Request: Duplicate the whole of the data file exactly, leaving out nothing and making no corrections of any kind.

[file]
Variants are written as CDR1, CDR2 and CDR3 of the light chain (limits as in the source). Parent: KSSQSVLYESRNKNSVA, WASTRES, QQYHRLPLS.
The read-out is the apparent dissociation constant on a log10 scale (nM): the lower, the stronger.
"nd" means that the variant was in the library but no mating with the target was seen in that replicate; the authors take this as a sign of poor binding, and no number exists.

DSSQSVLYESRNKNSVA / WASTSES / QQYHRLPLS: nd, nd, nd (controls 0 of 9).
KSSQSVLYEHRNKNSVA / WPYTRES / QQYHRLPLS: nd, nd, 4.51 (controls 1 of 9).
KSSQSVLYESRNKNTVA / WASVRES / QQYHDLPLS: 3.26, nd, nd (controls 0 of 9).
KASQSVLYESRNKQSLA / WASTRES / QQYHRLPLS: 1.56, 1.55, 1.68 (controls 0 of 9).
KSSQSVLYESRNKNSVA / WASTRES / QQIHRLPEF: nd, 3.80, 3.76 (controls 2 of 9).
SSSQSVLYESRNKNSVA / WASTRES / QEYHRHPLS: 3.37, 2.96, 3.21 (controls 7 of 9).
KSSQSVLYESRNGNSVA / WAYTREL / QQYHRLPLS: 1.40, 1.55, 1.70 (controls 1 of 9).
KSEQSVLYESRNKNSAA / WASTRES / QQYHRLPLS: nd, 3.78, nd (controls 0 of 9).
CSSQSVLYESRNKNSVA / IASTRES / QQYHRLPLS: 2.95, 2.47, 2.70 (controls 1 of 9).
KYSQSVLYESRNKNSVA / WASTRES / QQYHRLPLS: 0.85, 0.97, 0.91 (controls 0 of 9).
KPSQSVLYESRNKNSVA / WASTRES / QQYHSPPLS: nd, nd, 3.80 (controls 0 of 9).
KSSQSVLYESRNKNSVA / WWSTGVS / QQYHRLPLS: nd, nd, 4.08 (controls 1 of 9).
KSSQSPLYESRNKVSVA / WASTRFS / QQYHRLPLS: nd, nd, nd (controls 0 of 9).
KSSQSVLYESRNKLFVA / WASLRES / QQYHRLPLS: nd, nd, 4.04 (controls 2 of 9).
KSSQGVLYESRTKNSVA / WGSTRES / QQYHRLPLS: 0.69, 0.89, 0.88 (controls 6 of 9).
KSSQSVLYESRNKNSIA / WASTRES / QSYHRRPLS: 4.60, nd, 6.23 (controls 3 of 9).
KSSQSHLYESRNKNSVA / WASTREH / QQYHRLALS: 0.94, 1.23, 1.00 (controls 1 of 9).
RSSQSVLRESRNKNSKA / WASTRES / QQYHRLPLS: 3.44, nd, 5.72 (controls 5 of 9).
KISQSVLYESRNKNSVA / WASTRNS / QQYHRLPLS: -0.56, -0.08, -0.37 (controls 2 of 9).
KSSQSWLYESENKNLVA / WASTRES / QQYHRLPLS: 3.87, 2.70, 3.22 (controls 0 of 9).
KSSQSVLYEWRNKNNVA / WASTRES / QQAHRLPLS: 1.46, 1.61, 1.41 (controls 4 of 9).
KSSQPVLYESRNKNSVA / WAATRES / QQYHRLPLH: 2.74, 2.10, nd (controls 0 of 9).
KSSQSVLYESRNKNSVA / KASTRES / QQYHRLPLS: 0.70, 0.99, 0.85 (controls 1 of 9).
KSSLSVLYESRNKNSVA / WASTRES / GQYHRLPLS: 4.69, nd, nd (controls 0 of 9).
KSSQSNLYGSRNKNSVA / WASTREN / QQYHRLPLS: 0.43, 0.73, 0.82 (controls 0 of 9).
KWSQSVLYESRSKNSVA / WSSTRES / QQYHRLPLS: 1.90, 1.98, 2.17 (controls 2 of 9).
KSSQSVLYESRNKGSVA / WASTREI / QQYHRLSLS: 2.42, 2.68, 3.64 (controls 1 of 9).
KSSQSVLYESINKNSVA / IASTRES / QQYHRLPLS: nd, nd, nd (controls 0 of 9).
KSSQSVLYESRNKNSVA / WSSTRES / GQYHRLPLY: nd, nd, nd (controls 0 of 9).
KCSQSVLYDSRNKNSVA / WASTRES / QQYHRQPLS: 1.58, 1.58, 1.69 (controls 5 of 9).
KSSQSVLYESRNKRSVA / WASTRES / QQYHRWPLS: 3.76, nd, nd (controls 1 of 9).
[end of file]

Variants are written as CDR1, CDR2 and CDR3 of the light chain (limits as in the source). Parent: KSSQSVLYESRNKNSVA, WASTRES, QQYHRLPLS.
The read-out is the apparent dissociation constant on a log10 scale (nM): the lower, the stronger.
"nd" means that the variant was in the library but no mating with the target was seen in that replicate; the authors take this as a sign of poor binding, and no number exists.

DSSQSVLYESRNKNSVA / WASTSES / QQYHRLPLS: nd, nd, nd (controls 0 of 9).
KSSQSVLYEHRNKNSVA / WPYTRES / QQYHRLPLS: nd, nd, 4.51 (controls 1 of 9).
KSSQSVLYESRNKNTVA / WASVRES / QQYHDLPLS: 3.26, nd, nd (controls 0 of 9).
KASQSVLYESRNKQSLA / WASTRES / QQYHRLPLS: 1.56, 1.55, 1.68 (controls 0 of 9).
KSSQSVLYESRNKNSVA / WASTRES / QQIHRLPEF: nd, 3.80, 3.76 (controls 2 of 9).
SSSQSVLYESRNKNSVA / WASTRES / QEYHRHPLS: 3.37, 2.96, 3.21 (controls 7 of 9).
KSSQSVLYESRNGNSVA / WAYTREL / QQYHRLPLS: 1.40, 1.55, 1.70 (controls 1 of 9).
KSEQSVLYESRNKNSAA / WASTRES / QQYHRLPLS: nd, 3.78, nd (controls 0 of 9).
CSSQSVLYESRNKNSVA / IASTRES / QQYHRLPLS: 2.95, 2.47, 2.70 (controls 1 of 9).
KYSQSVLYESRNKNSVA / WASTRES / QQYHRLPLS: 0.85, 0.97, 0.91 (controls 0 of 9).
KPSQSVLYESRNKNSVA / WASTRES / QQYHSPPLS: nd, nd, 3.80 (controls 0 of 9).
KSSQSVLYESRNKNSVA / WWSTGVS / QQYHRLPLS: nd, nd, 4.08 (controls 1 of 9).
KSSQSPLYESRNKVSVA / WASTRFS / QQYHRLPLS: nd, nd, nd (controls 0 of 9).
KSSQSVLYESRNKLFVA / WASLRES / QQYHRLPLS: nd, nd, 4.04 (controls 2 of 9).
KSSQGVLYESRTKNSVA / WGSTRES / QQYHRLPLS: 0.69, 0.89, 0.88 (controls 6 of 9).
KSSQSVLYESRNKNSIA / WASTRES / QSYHRRPLS: 4.60, nd, 6.23 (controls 3 of 9).
KSSQSHLYESRNKNSVA / WASTREH / QQYHRLALS: 0.94, 1.23, 1.00 (controls 1 of 9).
RSSQSVLRESRNKNSKA / WASTRES / QQYHRLPLS: 3.44, nd, 5.72 (controls 5 of 9).
KISQSVLYESRNKNSVA / WASTRNS / QQYHRLPLS: -0.56, -0.08, -0.37 (controls 2 of 9).
KSSQSWLYESENKNLVA / WASTRES / QQYHRLPLS: 3.87, 2.70, 3.22 (controls 0 of 9).
KSSQSVLYEWRNKNNVA / WASTRES / QQAHRLPLS: 1.46, 1.61, 1.41 (controls 4 of 9).
KSSQPVLYESRNKNSVA / WAATRES / QQYHRLPLH: 2.74, 2.10, nd (controls 0 of 9).
KSSQSVLYESRNKNSVA / KASTRES / QQYHRLPLS: 0.70, 0.99, 0.85 (controls 1 of 9).
KSSLSVLYESRNKNSVA / WASTRES / GQYHRLPLS: 4.69, nd, nd (controls 0 of 9).
KSSQSNLYGSRNKNSVA / WASTREN / QQYHRLPLS: 0.43, 0.73, 0.82 (controls 0 of 9).
KWSQSVLYESRSKNSVA / WSSTRES / QQYHRLPLS: 1.90, 1.98, 2.17 (controls 2 of 9).
KSSQSVLYESRNKGSVA / WASTREI / QQYHRLSLS: 2.42, 2.68, 3.64 (controls 1 of 9).
KSSQSVLYESINKNSVA / IASTRES / QQYHRLPLS: nd, nd, nd (controls 0 of 9).
KSSQSVLYESRNKNSVA / WSSTRES / GQYHRLPLY: nd, nd, nd (controls 0 of 9).
KCSQSVLYDSRNKNSVA / WASTRES / QQYHRQPLS: 1.58, 1.58, 1.69 (controls 5 of 9).
KSSQSVLYESRNKRSVA / WASTRES / QQYHRWPLS: 3.76, nd, nd (controls 1 of 9).